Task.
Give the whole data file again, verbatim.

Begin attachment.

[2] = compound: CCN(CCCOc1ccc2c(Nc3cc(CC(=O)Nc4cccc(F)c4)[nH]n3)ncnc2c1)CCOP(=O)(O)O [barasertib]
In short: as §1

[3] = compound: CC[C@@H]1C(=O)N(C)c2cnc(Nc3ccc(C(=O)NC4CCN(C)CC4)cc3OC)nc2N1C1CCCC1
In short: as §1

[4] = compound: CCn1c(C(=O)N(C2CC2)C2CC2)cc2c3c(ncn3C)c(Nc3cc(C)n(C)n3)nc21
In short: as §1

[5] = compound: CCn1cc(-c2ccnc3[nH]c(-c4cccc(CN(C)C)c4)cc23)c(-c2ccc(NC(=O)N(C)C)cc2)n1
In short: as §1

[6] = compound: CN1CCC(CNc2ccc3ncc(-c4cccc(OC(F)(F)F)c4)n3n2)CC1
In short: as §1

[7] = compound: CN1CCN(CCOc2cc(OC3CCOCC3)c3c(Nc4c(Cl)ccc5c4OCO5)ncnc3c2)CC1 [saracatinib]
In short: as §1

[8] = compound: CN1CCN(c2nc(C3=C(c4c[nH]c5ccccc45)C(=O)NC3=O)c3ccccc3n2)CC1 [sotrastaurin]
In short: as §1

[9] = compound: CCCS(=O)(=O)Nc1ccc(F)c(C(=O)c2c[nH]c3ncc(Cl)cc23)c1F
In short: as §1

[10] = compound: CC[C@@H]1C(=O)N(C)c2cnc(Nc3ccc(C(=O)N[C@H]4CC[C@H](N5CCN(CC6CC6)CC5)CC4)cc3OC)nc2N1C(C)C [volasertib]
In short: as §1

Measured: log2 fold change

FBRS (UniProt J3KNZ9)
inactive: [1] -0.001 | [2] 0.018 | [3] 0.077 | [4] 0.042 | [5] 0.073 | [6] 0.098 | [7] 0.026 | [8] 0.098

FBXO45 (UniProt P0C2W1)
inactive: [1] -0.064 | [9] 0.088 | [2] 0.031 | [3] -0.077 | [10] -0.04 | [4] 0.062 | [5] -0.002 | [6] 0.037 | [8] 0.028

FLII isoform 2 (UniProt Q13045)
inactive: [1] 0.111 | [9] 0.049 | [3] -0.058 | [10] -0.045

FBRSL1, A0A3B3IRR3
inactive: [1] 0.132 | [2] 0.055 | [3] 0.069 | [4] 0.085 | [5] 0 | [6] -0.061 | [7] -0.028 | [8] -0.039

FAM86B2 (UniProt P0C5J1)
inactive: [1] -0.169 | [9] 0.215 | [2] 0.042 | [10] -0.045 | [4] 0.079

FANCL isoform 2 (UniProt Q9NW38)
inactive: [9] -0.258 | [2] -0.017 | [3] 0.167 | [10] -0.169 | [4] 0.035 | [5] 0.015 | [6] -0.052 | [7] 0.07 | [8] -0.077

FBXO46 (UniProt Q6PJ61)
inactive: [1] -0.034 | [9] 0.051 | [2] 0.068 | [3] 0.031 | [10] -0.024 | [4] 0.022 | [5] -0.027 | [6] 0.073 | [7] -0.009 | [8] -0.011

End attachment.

[2] = compound: CCN(CCCOc1ccc2c(Nc3cc(CC(=O)Nc4cccc(F)c4)[nH]n3)ncnc2c1)CCOP(=O)(O)O [barasertib]
In short: as §1

[3] = compound: CC[C@@H]1C(=O)N(C)c2cnc(Nc3ccc(C(=O)NC4CCN(C)CC4)cc3OC)nc2N1C1CCCC1
In short: as §1

[4] = compound: CCn1c(C(=O)N(C2CC2)C2CC2)cc2c3c(ncn3C)c(Nc3cc(C)n(C)n3)nc21
In short: as §1

[5] = compound: CCn1cc(-c2ccnc3[nH]c(-c4cccc(CN(C)C)c4)cc23)c(-c2ccc(NC(=O)N(C)C)cc2)n1
In short: as §1

[6] = compound: CN1CCC(CNc2ccc3ncc(-c4cccc(OC(F)(F)F)c4)n3n2)CC1
In short: as §1

[7] = compound: CN1CCN(CCOc2cc(OC3CCOCC3)c3c(Nc4c(Cl)ccc5c4OCO5)ncnc3c2)CC1 [saracatinib]
In short: as §1

[8] = compound: CN1CCN(c2nc(C3=C(c4c[nH]c5ccccc45)C(=O)NC3=O)c3ccccc3n2)CC1 [sotrastaurin]
In short: as §1

[9] = compound: CCCS(=O)(=O)Nc1ccc(F)c(C(=O)c2c[nH]c3ncc(Cl)cc23)c1F
In short: as §1

[10] = compound: CC[C@@H]1C(=O)N(C)c2cnc(Nc3ccc(C(=O)N[C@H]4CC[C@H](N5CCN(CC6CC6)CC5)CC4)cc3OC)nc2N1C(C)C [volasertib]
In short: as §1

Measured: log2 fold change

FBRS (UniProt J3KNZ9)
inactive: [1] -0.001 | [2] 0.018 | [3] 0.077 | [4] 0.042 | [5] 0.073 | [6] 0.098 | [7] 0.026 | [8] 0.098

FBXO45 (UniProt P0C2W1)
inactive: [1] -0.064 | [9] 0.088 | [2] 0.031 | [3] -0.077 | [10] -0.04 | [4] 0.062 | [5] -0.002 | [6] 0.037 | [8] 0.028

FLII isoform 2 (UniProt Q13045)
inactive: [1] 0.111 | [9] 0.049 | [3] -0.058 | [10] -0.045

FBRSL1, A0A3B3IRR3
inactive: [1] 0.132 | [2] 0.055 | [3] 0.069 | [4] 0.085 | [5] 0 | [6] -0.061 | [7] -0.028 | [8] -0.039

FAM86B2 (UniProt P0C5J1)
inactive: [1] -0.169 | [9] 0.215 | [2] 0.042 | [10] -0.045 | [4] 0.079

FANCL isoform 2 (UniProt Q9NW38)
inactive: [9] -0.258 | [2] -0.017 | [3] 0.167 | [10] -0.169 | [4] 0.035 | [5] 0.015 | [6] -0.052 | [7] 0.07 | [8] -0.077

FBXO46 (UniProt Q6PJ61)
inactive: [1] -0.034 | [9] 0.051 | [2] 0.068 | [3] 0.031 | [10] -0.024 | [4] 0.022 | [5] -0.027 | [6] 0.073 | [7] -0.009 | [8] -0.011